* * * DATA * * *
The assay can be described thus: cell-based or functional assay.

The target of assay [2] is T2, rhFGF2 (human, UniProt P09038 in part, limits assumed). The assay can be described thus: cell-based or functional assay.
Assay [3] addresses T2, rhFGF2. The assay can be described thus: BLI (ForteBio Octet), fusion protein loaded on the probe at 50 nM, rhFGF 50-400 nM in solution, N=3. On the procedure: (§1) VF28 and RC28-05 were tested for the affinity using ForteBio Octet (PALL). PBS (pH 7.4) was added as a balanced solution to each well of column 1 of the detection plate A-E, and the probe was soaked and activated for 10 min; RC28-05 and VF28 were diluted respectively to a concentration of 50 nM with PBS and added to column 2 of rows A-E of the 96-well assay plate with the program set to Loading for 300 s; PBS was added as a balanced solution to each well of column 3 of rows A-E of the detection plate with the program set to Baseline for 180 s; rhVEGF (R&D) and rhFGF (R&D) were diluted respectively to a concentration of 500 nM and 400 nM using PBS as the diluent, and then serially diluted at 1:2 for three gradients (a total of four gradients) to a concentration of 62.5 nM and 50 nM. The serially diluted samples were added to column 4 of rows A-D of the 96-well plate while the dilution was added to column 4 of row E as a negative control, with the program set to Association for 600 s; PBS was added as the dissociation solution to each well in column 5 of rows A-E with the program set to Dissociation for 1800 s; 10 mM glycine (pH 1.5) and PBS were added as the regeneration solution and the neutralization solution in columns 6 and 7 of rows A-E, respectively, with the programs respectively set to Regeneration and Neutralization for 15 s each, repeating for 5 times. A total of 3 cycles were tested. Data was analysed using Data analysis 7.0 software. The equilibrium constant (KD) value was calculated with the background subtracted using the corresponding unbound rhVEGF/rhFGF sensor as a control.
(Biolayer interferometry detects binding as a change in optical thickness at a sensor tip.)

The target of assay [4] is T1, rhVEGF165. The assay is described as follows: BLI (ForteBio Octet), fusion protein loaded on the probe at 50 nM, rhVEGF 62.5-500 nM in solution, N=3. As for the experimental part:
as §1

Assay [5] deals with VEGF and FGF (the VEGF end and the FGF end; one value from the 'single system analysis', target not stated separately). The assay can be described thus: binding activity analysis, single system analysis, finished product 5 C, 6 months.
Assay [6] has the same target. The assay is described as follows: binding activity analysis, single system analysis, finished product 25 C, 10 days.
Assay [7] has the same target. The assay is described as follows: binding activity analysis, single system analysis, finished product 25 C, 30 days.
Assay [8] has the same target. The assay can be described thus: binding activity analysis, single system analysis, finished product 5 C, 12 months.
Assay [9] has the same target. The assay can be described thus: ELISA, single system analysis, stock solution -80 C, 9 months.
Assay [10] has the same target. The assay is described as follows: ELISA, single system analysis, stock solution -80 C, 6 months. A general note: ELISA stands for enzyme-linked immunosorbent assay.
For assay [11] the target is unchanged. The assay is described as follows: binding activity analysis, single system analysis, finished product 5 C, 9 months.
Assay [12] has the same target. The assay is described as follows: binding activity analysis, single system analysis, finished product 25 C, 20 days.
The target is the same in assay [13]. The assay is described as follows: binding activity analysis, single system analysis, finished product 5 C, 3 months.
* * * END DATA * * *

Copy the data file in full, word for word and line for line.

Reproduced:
The assay can be described thus: cell-based or functional assay.

The target of assay [2] is T2, rhFGF2 (human, UniProt P09038 in part, limits assumed). The assay can be described thus: cell-based or functional assay.
Assay [3] addresses T2, rhFGF2. The assay can be described thus: BLI (ForteBio Octet), fusion protein loaded on the probe at 50 nM, rhFGF 50-400 nM in solution, N=3. On the procedure: (§1) VF28 and RC28-05 were tested for the affinity using ForteBio Octet (PALL). PBS (pH 7.4) was added as a balanced solution to each well of column 1 of the detection plate A-E, and the probe was soaked and activated for 10 min; RC28-05 and VF28 were diluted respectively to a concentration of 50 nM with PBS and added to column 2 of rows A-E of the 96-well assay plate with the program set to Loading for 300 s; PBS was added as a balanced solution to each well of column 3 of rows A-E of the detection plate with the program set to Baseline for 180 s; rhVEGF (R&D) and rhFGF (R&D) were diluted respectively to a concentration of 500 nM and 400 nM using PBS as the diluent, and then serially diluted at 1:2 for three gradients (a total of four gradients) to a concentration of 62.5 nM and 50 nM. The serially diluted samples were added to column 4 of rows A-D of the 96-well plate while the dilution was added to column 4 of row E as a negative control, with the program set to Association for 600 s; PBS was added as the dissociation solution to each well in column 5 of rows A-E with the program set to Dissociation for 1800 s; 10 mM glycine (pH 1.5) and PBS were added as the regeneration solution and the neutralization solution in columns 6 and 7 of rows A-E, respectively, with the programs respectively set to Regeneration and Neutralization for 15 s each, repeating for 5 times. A total of 3 cycles were tested. Data was analysed using Data analysis 7.0 software. The equilibrium constant (KD) value was calculated with the background subtracted using the corresponding unbound rhVEGF/rhFGF sensor as a control.
(Biolayer interferometry detects binding as a change in optical thickness at a sensor tip.)

The target of assay [4] is T1, rhVEGF165. The assay is described as follows: BLI (ForteBio Octet), fusion protein loaded on the probe at 50 nM, rhVEGF 62.5-500 nM in solution, N=3. As for the experimental part:
as §1

Assay [5] deals with VEGF and FGF (the VEGF end and the FGF end; one value from the 'single system analysis', target not stated separately). The assay can be described thus: binding activity analysis, single system analysis, finished product 5 C, 6 months.
Assay [6] has the same target. The assay is described as follows: binding activity analysis, single system analysis, finished product 25 C, 10 days.
Assay [7] has the same target. The assay is described as follows: binding activity analysis, single system analysis, finished product 25 C, 30 days.
Assay [8] has the same target. The assay can be described thus: binding activity analysis, single system analysis, finished product 5 C, 12 months.
Assay [9] has the same target. The assay can be described thus: ELISA, single system analysis, stock solution -80 C, 9 months.
Assay [10] has the same target. The assay is described as follows: ELISA, single system analysis, stock solution -80 C, 6 months. A general note: ELISA stands for enzyme-linked immunosorbent assay.
For assay [11] the target is unchanged. The assay is described as follows: binding activity analysis, single system analysis, finished product 5 C, 9 months.
Assay [12] has the same target. The assay is described as follows: binding activity analysis, single system analysis, finished product 25 C, 20 days.
The target is the same in assay [13]. The assay is described as follows: binding activity analysis, single system analysis, finished product 5 C, 3 months.